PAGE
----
STAT OF THE WEEK
Bob Tway was the only player to shoot in the 60s all four rounds at the Byron Nelson Championship and the Colonial. He tied for third at the Nelson and tied for 21st at the Colonial.
 
FINAL WORD
I felt like the guy who was pitching a no-hitter. Nobody wanted to talk to me.'Kenny Perry, who won the Colonial by seven shots and nearly broke his 72-hole scoring record.
 
Copyright 2005 Associated Press. All rights reserved. This material may not be published, broadcast, rewritten or redistributed.
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McCoy earns medalist honors at Web.com Q-School

By Will GrayDecember 11, 2017, 12:30 am

One year after his budding career was derailed by a car accident, Lee McCoy got back on track by earning medalist honors at the final stage of Web.com Tour Q-School.

McCoy shot a final-round 65 at Whirlwind Golf Club in Chandler, Ariz., to finish the 72-hole event at 28 under. That total left him two shots ahead of Sung-Jae Im and guaranteed him fully-exempt status on the developmental circuit in 2018.

It's an impressive turnaround for the former University of Georgia standout who finished fourth at the 2016 Valspar Championship as an amateur while playing alongside Jordan Spieth in the final round. But he broke his wrist in a car accident the day before second stage of Q-School last year, leaving him without status on any major tour to begin the year.

McCoy was not the only player who left Arizona smiling. Everyone in the top 10 and ties will be exempt through the first 12 events of the new Web.com Tour season, a group that includes former amateur standouts Curtis Luck (T-3), Sam Burns (T-10) and Maverick McNealy (T-10).

Players who finished outside the top 10 but inside the top 45 and ties earned exemptions into the first eight events of 2018. That group includes Cameron Champ (T-16), who led the field in driving at this year's U.S. Open as an amateur, and Wyndham Clark (T-23).

Everyone who advanced to the final stage of Q-School will have at least conditional Web.com Tour status in 2018. Among those who failed to secure guaranteed starts this week were Robby Shelton, Rico Hoey, Jordan Niebrugge, Joaquin Niemann and Kevin Hall.

Els honored with Heisman Humanitarian Award

By Golf Channel DigitalDecember 10, 2017, 11:41 pm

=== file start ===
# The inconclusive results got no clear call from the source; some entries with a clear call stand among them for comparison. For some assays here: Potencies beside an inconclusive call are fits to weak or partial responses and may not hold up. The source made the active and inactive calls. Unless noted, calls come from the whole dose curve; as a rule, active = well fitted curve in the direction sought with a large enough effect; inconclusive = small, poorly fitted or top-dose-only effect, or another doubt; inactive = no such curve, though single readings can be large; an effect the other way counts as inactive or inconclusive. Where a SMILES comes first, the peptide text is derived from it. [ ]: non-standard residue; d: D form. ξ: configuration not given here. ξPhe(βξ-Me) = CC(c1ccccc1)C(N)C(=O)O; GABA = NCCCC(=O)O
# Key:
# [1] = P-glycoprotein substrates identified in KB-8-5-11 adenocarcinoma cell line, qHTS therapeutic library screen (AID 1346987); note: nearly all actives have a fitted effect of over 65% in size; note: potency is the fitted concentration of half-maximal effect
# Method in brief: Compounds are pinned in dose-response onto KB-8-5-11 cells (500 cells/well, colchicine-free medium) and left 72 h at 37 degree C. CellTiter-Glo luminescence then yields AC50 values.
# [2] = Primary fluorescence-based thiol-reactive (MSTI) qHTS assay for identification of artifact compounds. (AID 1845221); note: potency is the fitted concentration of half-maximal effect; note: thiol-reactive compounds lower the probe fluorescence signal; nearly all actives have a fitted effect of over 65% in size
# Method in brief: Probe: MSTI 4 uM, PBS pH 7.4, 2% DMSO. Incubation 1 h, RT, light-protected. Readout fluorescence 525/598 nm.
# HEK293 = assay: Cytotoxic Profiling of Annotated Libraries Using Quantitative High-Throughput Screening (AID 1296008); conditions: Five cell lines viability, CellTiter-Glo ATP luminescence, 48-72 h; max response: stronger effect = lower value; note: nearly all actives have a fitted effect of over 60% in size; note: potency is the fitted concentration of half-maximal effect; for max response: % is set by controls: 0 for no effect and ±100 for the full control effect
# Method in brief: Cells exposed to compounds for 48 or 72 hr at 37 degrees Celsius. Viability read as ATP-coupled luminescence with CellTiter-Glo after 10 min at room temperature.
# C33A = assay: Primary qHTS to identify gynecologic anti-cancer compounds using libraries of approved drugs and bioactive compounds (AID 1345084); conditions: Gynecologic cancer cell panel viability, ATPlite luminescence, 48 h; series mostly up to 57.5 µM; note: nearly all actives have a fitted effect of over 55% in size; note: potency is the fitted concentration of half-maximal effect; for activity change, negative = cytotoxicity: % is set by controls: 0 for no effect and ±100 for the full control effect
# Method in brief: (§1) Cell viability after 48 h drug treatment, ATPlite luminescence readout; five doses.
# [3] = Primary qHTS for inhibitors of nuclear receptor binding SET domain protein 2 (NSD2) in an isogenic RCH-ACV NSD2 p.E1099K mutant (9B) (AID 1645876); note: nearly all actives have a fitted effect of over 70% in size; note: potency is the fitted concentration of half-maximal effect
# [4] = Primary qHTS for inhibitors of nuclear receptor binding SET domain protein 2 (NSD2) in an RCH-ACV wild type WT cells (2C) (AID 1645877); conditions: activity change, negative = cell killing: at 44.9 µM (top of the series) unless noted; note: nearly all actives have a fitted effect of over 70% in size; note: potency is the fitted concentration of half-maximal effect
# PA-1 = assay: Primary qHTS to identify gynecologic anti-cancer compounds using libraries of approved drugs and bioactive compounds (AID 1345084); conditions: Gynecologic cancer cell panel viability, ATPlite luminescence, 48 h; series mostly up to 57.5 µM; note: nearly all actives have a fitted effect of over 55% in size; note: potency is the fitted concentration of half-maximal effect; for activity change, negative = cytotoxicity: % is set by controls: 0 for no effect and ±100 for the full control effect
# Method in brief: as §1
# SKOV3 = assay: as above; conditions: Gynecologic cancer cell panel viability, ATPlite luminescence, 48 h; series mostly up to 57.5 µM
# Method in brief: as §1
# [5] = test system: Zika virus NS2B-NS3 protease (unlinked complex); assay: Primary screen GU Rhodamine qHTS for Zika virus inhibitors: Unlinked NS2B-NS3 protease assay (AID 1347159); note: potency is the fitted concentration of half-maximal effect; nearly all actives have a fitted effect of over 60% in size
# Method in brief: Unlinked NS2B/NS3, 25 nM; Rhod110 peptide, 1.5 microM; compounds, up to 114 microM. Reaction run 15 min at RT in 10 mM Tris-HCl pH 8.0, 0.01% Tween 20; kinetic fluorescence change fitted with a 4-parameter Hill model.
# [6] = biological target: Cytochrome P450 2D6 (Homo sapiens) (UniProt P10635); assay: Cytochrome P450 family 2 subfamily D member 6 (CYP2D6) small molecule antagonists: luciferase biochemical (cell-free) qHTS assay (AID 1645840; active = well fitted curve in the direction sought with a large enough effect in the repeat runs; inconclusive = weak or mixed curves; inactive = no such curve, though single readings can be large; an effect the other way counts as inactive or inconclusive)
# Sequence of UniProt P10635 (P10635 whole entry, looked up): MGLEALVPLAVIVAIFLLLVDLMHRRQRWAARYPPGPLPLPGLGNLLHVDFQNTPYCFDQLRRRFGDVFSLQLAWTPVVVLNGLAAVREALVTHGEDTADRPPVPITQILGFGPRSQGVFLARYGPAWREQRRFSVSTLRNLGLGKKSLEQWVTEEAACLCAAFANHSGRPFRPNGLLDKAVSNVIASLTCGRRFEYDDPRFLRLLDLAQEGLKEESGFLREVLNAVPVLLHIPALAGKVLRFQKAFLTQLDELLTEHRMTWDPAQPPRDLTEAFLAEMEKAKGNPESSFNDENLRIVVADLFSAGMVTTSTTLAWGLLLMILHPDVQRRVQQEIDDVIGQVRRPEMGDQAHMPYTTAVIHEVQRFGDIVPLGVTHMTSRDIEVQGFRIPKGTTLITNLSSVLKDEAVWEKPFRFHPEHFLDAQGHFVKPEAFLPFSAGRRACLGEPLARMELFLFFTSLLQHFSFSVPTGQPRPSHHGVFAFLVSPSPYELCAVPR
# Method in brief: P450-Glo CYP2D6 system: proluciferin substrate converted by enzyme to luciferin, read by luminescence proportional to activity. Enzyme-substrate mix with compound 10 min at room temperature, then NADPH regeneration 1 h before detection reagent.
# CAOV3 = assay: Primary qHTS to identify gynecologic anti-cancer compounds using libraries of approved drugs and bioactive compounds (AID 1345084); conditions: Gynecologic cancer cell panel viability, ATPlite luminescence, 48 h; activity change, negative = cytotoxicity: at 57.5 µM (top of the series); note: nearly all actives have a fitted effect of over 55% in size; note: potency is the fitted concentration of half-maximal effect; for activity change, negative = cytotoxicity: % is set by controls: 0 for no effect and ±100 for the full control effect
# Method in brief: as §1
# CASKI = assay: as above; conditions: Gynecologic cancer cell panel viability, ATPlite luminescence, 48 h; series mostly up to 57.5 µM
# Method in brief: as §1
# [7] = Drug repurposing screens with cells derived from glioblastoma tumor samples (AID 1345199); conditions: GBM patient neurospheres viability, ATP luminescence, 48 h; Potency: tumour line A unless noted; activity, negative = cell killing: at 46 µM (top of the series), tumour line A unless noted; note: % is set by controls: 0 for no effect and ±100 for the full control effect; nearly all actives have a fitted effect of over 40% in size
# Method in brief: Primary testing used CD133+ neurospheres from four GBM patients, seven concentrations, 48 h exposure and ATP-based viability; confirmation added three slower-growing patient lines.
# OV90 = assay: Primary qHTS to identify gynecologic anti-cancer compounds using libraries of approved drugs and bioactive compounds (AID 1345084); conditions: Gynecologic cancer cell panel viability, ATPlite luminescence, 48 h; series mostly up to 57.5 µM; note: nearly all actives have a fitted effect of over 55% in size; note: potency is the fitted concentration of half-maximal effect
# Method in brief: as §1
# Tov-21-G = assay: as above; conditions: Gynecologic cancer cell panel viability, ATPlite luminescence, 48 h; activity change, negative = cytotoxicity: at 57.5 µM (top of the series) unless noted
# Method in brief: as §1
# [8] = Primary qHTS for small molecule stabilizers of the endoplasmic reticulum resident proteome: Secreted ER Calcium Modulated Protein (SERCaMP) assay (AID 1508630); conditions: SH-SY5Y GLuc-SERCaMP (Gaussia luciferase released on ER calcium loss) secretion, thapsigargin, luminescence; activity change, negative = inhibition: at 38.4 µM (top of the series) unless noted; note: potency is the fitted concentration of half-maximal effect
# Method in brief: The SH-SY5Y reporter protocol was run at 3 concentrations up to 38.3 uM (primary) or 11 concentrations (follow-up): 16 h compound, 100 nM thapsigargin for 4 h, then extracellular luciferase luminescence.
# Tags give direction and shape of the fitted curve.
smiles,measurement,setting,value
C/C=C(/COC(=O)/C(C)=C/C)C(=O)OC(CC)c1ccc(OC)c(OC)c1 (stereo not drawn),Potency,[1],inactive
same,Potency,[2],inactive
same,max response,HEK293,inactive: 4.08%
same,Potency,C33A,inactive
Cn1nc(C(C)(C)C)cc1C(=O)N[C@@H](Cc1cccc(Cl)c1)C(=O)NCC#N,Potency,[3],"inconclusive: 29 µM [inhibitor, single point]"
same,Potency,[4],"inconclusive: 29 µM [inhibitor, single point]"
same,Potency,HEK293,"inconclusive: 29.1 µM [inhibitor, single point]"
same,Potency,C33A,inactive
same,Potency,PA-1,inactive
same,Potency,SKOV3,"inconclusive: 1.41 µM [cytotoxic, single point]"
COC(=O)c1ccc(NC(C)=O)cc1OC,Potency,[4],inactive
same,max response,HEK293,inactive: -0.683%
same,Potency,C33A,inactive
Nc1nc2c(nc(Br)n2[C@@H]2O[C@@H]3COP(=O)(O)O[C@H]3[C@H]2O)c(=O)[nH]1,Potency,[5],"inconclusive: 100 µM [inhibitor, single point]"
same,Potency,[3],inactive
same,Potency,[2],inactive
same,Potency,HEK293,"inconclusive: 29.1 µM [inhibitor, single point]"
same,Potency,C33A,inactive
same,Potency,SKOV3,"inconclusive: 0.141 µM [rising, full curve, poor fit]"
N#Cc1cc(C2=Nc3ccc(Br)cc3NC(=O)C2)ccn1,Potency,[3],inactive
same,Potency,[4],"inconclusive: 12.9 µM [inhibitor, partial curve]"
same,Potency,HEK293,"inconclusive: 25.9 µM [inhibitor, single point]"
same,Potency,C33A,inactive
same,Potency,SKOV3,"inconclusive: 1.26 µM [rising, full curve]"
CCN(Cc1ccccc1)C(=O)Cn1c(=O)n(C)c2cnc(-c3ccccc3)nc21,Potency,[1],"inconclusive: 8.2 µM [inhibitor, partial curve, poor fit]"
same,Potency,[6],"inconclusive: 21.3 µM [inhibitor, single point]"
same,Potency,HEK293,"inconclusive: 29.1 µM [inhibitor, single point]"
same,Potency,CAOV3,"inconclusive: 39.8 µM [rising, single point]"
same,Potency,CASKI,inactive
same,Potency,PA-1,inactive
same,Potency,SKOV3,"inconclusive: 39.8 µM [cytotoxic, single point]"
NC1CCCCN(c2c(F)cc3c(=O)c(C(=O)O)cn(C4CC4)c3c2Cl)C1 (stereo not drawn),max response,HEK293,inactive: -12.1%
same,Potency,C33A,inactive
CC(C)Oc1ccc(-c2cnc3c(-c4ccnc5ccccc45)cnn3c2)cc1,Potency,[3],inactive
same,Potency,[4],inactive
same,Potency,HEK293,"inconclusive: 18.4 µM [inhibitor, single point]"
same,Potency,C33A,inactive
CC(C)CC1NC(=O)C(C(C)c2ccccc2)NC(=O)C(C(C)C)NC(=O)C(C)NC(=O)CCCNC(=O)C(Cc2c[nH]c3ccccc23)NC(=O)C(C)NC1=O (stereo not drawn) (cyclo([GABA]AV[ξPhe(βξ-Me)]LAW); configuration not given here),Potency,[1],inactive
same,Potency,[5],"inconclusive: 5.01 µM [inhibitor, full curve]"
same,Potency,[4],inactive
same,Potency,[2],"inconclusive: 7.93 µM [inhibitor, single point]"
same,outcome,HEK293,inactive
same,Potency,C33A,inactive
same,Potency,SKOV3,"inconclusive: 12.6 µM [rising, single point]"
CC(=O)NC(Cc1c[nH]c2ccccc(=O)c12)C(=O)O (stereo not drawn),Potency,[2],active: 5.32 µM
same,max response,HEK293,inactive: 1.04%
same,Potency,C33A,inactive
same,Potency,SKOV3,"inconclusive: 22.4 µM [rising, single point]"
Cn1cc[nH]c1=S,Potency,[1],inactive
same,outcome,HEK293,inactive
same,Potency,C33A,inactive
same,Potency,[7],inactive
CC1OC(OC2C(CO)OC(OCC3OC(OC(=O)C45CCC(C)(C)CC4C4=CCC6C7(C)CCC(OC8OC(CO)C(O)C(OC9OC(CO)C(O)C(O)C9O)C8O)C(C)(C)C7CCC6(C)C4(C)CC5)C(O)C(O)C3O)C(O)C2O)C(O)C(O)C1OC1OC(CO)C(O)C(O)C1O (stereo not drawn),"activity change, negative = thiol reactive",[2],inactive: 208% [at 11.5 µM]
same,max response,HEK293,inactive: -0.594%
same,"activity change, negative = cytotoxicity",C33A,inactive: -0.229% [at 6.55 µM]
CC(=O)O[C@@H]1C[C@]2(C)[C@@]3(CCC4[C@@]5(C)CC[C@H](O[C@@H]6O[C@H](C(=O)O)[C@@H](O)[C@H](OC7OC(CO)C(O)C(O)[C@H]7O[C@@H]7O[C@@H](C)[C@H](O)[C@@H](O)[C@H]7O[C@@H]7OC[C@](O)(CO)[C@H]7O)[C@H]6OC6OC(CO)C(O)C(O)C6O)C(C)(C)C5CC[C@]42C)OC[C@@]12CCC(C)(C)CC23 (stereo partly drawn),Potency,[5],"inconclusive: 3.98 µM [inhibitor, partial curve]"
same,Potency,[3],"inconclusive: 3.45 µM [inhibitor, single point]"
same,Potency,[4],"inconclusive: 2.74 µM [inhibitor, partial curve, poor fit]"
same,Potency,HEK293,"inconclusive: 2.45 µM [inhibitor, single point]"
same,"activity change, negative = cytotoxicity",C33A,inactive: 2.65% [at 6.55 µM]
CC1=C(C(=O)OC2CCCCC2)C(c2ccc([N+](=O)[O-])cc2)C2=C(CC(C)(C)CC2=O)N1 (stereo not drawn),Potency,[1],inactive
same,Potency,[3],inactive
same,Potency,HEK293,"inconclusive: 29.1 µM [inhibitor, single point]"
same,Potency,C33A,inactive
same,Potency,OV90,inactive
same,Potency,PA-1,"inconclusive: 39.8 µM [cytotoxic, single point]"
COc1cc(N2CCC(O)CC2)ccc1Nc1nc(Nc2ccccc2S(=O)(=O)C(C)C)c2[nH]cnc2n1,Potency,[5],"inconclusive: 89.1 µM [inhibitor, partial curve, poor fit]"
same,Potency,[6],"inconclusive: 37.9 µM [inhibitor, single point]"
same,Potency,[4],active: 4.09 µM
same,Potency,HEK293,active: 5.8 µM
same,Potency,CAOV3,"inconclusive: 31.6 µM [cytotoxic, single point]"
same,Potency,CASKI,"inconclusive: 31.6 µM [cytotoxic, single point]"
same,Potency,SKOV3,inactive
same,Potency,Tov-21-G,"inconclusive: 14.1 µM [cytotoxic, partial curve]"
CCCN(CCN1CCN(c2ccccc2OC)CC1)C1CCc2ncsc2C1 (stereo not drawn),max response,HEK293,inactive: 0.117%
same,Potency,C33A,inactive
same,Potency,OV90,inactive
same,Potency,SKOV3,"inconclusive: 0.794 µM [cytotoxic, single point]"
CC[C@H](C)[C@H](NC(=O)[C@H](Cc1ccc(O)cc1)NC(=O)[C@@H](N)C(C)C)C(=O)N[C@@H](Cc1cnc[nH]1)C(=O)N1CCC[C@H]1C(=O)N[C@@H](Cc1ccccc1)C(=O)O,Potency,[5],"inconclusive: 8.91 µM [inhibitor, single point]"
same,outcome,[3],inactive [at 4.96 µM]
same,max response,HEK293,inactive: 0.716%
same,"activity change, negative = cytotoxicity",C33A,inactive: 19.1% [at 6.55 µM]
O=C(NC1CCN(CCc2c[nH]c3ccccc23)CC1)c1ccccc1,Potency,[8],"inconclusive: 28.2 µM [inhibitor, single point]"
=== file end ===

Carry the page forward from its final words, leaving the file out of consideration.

The annual Heisman Trophy award ceremony is one of the biggest moments in any football season, but there was a touching non-football moment as well on Saturday night as Ernie Els received the Heisman Humanitarian Award.

The award, which had been announced in August, recognized Els' ongoing efforts on behalf of his Els for Autism foundation. Els received the award at Manhattan's PlayStation Theater, where Oklahoma quarterback Baker Mayfield won the Heisman Trophy.

Els, 47, founded Els for Autism in 2009 with his wife after their son, Ben, was diagnosed with autism. Their efforts have since flourished into a 26-acre campus in Jupiter, Fla., and the creation of the Els Center for Excellence in 2015.

The Heisman Humanitarian Award has been given out since 2006. Past recipients include NBA center David Robinson, NFL running back Warrick Dunn, soccer star Mia Hamm and NASCAR driver Jeff Gordon.

A native of South Africa, Els won the U.S. Open in 1994 and 1997 and The Open in 2002 and 2012. He has won 19 times on the PGA Tour and was inducted into the World Golf Hall of Fame in 2011.

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Monday finish for Joburg Open; Sharma leads by 4

By Golf Channel DigitalDecember 10, 2017, 8:57 pm

Rain, lightning and hail pushed the Joburg Open to a Monday finish, with India’s Shubhankar Sharma holding a four-stroke lead with 11 holes to play in Johannesburg.

Play is scheduled to resume at 7:30 a.m. local time.

South Africa’s Erik van Rooyen will have a 3-foot putt for birdie to move within three shots of Sharma wen play resumes at the Randpark Golf Club. Sarma is at 22 under par.

Tapio Pulkkanen of Finland and James Morrison of England are tied for third at 14 under. Pulkkanen has 10 holes remaining, Morrison 11.

The top three finishers who are not already exempt, will get spots in next year’s Open Championship at Carnoustie.

 

 

Stricker, O'Hair team to win QBE Shootout

By Will GrayDecember 10, 2017, 8:55 pm

It may not count in the official tally, but Steve Stricker is once again in the winner's circle on the PGA Tour.

Stricker teamed with Sean O'Hair to win the two-person QBE Shootout, as the duo combined for a better-ball 64 in the final round to finish two shots clear of Graeme McDowell and Shane Lowry. It's the second win in this event for both men; Stricker won with Jerry Kelly back in 2009 while O'Hair lifted the trophy with Kenny Perry in 2012.

Stricker and O'Hair led wire-to-wire in the 54-hole, unofficial event after posting a 15-under 57 during the opening-round scramble.

"We just really gelled well together," Stricker said. "With his length the first day, getting some clubs into the greens, some short irons for me, we just fed off that first day quite a bit. We felt comfortable with one another."


Full-field scores from the QBE Shootout


Stricker won 12 times during his PGA Tour career, most recently at the 2012 Tournament of Champions. More recently the 50-year-old has been splitting his time on the PGA Tour Champions and captained the U.S. to a victory at the Presidents Cup in October. O'Hair has four official Tour wins, most recently at the 2011 RBC Canadian Open.

Pat Perez and Brian Harman finished alone in third, four shots behind Stricker and O'Hair. Lexi Thompson and Tony Finau, the lone co-ed pairing in the 12-team event, finished among a tie for fourth.